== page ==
After some manipulations the question became "is c+d<0?" So, c+d<0 is not a statement, it's a question and since we know that c and d are positive numbers, then the answer to this question is NO.

Hope it's clear.


Bunuel, you have an algebra mistake in your solution, as the statements 1) and 2) combined boil down to:

1/2 (c+d) > 37/72 (c+d)

This seems like a perfectly reasonable GMAT question.


What mistake are you talking about?
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Re: Given the ascending set of positive integers {a, b, c, d, e, [#permalink]

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We don't have to do any calculations here. For mean, we have to have the sum of the all the numbers in the set while for for the median c and d are sufficient. Since both the options together can give us the mean in terms of c+d, we can compare that against the mean which is also in terms of c+d. So C should be the right choice.
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Re: Given the ascending set of positive integers {a, b, c, d, e, [#permalink]

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Re: Given the ascending set of positive integers {a, b, c, d, e, [#permalink]

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Re: Given the ascending set of positive integers {a, b, c, d, e, [#permalink]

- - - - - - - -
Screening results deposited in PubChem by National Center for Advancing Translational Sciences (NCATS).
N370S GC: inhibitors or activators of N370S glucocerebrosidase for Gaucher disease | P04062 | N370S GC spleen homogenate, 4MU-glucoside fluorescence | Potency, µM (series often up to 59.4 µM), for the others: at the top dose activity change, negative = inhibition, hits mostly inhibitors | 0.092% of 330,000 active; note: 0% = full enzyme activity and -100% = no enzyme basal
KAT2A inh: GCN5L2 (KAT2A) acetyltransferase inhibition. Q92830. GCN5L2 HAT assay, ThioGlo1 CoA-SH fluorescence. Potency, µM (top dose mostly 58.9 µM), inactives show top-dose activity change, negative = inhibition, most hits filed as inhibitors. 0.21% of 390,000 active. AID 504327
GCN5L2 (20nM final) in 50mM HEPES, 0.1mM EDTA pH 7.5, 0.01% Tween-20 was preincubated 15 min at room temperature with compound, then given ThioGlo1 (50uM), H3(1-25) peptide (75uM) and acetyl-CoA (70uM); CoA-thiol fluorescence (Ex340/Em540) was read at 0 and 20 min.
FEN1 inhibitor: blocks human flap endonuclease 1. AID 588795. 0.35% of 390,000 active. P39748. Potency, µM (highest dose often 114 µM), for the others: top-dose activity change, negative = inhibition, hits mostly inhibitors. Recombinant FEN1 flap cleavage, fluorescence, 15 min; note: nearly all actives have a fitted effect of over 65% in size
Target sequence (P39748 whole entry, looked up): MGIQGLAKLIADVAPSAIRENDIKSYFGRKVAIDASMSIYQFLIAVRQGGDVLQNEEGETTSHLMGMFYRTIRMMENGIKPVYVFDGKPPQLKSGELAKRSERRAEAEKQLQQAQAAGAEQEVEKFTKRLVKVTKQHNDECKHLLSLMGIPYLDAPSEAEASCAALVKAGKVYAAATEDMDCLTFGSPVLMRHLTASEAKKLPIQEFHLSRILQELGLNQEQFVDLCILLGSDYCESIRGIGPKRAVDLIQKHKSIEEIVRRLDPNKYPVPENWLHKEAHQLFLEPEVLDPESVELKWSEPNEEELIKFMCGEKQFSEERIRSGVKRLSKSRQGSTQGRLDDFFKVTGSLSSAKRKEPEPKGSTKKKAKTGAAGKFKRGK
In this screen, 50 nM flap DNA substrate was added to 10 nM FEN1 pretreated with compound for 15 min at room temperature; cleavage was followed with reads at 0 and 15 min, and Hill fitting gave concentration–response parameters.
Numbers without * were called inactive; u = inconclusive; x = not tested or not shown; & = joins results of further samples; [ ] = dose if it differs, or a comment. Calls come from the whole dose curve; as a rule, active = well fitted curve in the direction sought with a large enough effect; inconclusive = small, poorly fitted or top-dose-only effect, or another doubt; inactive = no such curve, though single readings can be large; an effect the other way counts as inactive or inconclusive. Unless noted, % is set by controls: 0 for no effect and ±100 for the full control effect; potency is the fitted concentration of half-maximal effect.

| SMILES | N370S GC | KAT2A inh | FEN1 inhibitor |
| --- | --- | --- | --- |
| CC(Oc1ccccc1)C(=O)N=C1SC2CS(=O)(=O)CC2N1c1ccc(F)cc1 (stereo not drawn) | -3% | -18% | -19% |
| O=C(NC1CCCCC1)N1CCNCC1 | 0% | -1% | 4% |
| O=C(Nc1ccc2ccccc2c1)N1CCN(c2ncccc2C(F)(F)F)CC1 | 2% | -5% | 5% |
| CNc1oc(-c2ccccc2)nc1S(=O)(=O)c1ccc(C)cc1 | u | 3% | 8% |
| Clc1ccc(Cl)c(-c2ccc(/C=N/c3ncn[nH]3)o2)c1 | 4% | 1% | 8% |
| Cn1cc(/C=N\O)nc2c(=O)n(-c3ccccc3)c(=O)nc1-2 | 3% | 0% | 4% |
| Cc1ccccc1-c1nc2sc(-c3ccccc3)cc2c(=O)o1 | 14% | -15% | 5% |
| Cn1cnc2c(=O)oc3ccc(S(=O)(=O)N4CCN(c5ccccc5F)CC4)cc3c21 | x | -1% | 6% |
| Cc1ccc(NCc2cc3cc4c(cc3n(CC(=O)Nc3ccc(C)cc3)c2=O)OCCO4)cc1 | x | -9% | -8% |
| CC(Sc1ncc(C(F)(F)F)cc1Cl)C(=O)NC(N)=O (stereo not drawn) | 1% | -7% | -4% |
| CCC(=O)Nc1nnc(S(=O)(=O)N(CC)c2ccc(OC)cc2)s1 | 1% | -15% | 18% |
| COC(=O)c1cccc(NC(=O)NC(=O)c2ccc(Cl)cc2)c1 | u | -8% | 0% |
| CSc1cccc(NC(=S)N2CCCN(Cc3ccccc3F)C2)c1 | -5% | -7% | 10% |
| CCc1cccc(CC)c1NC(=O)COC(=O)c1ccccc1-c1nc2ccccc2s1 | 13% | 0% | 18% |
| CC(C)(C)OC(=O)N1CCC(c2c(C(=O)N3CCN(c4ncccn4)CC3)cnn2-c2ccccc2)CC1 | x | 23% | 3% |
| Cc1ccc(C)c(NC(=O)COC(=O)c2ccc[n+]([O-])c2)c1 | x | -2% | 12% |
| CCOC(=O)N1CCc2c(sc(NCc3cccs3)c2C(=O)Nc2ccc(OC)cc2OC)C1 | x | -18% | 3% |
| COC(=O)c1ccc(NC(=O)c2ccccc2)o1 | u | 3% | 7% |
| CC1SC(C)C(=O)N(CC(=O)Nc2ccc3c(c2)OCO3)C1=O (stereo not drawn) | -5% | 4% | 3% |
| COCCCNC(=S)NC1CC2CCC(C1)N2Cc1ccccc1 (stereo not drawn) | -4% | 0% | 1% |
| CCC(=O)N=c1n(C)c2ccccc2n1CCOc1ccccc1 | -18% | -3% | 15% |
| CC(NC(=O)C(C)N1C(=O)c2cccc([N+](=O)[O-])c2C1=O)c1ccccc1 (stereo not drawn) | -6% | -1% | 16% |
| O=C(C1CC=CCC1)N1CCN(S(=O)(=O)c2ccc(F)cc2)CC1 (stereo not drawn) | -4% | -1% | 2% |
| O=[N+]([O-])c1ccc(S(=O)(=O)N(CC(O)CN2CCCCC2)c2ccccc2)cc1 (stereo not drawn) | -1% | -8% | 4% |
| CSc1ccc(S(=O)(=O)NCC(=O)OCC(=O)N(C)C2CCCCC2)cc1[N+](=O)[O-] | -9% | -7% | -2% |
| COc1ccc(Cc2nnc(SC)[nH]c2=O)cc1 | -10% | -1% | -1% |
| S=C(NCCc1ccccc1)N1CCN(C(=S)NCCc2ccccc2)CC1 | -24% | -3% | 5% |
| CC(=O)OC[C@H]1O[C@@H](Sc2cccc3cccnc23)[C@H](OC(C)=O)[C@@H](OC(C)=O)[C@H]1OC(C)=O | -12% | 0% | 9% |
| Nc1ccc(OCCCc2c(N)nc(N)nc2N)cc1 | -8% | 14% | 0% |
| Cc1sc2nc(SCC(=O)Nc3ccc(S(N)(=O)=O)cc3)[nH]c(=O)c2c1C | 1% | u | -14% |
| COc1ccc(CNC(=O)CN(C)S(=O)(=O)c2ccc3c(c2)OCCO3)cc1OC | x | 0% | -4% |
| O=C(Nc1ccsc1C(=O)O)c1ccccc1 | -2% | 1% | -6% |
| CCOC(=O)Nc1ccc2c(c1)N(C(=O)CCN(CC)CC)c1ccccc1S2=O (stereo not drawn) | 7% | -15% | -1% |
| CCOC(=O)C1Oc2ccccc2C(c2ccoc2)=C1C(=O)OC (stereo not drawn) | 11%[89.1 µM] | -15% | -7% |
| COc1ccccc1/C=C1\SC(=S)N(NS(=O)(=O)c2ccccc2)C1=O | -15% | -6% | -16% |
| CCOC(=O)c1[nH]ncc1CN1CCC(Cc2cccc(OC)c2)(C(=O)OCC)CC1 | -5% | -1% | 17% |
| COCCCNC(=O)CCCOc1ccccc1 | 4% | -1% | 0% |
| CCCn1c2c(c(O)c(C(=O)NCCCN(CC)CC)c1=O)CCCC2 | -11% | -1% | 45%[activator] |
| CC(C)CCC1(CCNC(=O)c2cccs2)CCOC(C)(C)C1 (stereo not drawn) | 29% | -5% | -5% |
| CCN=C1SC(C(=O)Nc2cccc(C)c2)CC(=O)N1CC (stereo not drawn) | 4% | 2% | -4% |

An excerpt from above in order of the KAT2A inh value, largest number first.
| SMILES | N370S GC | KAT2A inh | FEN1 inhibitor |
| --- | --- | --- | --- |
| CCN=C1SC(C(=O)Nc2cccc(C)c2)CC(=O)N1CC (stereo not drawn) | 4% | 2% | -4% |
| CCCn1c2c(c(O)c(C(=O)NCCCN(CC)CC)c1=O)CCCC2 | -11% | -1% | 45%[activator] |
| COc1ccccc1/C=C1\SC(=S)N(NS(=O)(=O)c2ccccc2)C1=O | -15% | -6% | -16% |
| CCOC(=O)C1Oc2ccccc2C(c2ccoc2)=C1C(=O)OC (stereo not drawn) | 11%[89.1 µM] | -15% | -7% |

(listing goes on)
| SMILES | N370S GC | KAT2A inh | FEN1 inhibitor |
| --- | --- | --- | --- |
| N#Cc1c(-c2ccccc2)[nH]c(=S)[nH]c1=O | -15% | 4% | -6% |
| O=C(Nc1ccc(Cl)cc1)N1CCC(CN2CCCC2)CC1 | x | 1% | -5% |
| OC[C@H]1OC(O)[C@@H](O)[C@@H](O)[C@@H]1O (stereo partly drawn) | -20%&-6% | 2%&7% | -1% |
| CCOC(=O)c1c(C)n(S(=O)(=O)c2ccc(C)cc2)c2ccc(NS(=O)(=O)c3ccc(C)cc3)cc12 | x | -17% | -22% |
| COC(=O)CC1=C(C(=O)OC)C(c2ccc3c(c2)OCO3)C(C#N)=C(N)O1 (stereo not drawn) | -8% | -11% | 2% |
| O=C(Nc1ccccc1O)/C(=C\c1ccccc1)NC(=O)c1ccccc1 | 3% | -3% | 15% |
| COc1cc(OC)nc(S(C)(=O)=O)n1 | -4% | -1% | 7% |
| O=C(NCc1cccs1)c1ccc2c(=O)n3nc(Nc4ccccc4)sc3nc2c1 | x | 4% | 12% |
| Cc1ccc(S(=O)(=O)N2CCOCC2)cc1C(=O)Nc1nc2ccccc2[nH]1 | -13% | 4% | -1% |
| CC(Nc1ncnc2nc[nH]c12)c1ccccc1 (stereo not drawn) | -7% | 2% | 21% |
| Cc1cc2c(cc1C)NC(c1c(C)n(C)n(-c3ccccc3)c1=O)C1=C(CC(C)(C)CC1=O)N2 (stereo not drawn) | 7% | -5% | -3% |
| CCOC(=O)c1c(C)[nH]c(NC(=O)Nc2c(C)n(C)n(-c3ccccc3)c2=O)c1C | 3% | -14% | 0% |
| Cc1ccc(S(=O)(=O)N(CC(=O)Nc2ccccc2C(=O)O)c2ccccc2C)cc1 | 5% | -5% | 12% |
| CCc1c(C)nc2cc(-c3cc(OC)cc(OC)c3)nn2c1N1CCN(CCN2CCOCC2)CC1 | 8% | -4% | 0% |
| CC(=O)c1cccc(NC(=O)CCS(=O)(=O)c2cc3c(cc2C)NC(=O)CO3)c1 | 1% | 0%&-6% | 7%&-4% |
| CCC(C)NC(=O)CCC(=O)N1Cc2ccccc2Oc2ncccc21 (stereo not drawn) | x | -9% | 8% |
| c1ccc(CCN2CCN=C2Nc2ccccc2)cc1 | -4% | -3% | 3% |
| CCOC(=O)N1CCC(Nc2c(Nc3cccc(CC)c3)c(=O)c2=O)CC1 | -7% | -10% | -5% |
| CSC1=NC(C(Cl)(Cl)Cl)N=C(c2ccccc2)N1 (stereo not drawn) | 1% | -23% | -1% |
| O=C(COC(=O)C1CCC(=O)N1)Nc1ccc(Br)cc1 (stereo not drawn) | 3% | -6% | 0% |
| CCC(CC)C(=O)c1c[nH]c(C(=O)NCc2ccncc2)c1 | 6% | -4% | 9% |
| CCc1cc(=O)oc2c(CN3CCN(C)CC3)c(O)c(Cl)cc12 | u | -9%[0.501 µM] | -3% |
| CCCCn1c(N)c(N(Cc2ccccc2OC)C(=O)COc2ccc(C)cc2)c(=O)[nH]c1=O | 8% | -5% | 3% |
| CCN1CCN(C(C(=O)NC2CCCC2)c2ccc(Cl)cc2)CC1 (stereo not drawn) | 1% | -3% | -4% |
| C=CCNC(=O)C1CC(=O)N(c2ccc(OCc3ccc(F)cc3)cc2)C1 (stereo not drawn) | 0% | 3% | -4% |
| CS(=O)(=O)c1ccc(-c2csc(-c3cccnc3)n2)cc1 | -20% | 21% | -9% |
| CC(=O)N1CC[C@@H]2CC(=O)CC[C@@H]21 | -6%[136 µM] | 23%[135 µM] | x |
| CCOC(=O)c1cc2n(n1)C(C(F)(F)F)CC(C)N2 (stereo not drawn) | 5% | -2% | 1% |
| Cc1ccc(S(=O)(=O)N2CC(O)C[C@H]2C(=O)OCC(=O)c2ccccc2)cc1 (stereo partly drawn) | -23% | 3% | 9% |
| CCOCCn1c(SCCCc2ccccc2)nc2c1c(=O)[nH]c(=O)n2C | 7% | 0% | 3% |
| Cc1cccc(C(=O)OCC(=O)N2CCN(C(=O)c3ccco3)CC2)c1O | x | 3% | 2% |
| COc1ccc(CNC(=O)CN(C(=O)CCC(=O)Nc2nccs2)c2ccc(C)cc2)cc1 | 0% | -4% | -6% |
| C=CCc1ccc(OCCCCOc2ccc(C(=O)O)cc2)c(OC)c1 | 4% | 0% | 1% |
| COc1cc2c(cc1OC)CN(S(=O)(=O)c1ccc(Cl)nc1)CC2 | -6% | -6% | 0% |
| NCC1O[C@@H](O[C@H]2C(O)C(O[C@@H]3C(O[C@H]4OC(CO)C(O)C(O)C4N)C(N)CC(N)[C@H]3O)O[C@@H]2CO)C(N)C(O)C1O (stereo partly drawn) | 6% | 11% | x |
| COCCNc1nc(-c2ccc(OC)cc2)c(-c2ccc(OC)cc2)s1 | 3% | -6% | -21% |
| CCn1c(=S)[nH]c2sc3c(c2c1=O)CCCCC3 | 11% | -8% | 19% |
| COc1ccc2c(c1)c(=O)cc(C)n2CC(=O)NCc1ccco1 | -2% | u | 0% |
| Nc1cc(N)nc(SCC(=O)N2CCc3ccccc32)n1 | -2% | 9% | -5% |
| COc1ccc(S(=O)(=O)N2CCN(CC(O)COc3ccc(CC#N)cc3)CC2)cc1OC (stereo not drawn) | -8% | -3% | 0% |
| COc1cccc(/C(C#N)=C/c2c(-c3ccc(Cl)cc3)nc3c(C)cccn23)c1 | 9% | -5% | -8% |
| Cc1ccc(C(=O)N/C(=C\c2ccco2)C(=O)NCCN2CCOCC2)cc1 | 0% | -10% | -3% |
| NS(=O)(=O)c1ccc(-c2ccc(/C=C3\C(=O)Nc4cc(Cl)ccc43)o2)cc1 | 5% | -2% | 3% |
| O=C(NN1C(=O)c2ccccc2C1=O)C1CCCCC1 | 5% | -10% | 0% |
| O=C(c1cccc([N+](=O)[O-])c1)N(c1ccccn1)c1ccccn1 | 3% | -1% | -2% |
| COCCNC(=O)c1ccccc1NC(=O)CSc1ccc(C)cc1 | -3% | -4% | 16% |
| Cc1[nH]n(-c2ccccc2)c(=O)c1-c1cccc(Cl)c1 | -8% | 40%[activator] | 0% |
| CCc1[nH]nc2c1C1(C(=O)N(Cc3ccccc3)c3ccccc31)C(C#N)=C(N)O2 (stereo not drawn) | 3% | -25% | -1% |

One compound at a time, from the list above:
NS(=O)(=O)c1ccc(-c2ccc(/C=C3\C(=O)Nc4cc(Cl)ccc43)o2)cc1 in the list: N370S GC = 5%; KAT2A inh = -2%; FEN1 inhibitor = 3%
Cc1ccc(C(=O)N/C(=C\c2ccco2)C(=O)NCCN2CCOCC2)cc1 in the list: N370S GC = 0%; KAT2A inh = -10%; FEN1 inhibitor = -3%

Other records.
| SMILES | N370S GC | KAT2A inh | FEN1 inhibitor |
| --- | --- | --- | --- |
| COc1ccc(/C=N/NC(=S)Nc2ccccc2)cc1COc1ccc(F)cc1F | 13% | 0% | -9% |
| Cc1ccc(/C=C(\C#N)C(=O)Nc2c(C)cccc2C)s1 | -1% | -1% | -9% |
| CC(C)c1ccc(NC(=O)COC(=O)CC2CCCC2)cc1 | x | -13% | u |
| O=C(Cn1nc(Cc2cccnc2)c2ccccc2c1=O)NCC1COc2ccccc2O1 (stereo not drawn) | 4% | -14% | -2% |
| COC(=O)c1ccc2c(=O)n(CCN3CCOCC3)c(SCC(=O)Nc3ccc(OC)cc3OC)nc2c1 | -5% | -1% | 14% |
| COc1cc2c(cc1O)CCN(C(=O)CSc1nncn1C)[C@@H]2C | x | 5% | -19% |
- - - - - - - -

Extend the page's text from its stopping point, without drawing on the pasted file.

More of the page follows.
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Below is the best reply that I have found on another forum. It's quite understandable.

Median = (c+d)/2
Average = (a+b+c+d+e+f)/6

Median > Average
(c+d)/2 > (a+b+c+d+e+f)/6
3c + 3d > a+b+c+d+e+f
2c + 2d > a+b+e+f
2(c+d) > a+b+e+f

Thus, the question can be rephrased:

Is 2(c+d) > a+b+e+f?

Statement 1: a + e = (3/4)(c + d)
No information about b+f.
Insufficient.

Statement 2: b + f = (4/3)(c + d)
No information about a+e.
Insufficient.

Statement 1 and 2 together:
Adding the equations, we get:
a+b+e+f = (3/4)(c+d) + (4/3)(c+d)
a+b+e+f = (3/4 + 4/3)(c+d)
a+b+e+f = (25/12)(c+d)
Sufficient.

The correct answer is C.
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Re: Given the ascending set of positive integers {a, b, c, d, e, [#permalink]

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New post 22 May 2017, 07:53
siddhans wrote:
Given the ascending set of positive integers {a, b, c, d, e, f}, is the median greater than the mean?

(1) a + e = (3/4)(c + d)

(2) b + f = (4/3)(c + d)


The problem asks if (C+D)/2 > (A+B+C+D+E+F)/6?

In other words, is 2C + 2D > A+B+E+F?

Statement 1: A+E = 3/4*(C+D)

We can quickly realize that B and F are unknown, so we cannot answer the question provided (is 2C+2D>A+B+E+F?). Insufficient.

Statement 2: Here we are given B+F = 4/3(C+D). Similarly, we do not know the values of A or E, so this statement is insufficient.

Statements 1+2: When combined, we know that B+F and A+E can be expressed in terms of C and D, so via substitution we can do algebra to arrive at this answer:

2C + 2D > 25/12C + 25/12D? No, because 25/12 > 2.

Sufficient.

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Re: Given the ascending set of positive integers {a, b, c, d, e,   [#permalink] 22 May 2017, 07:53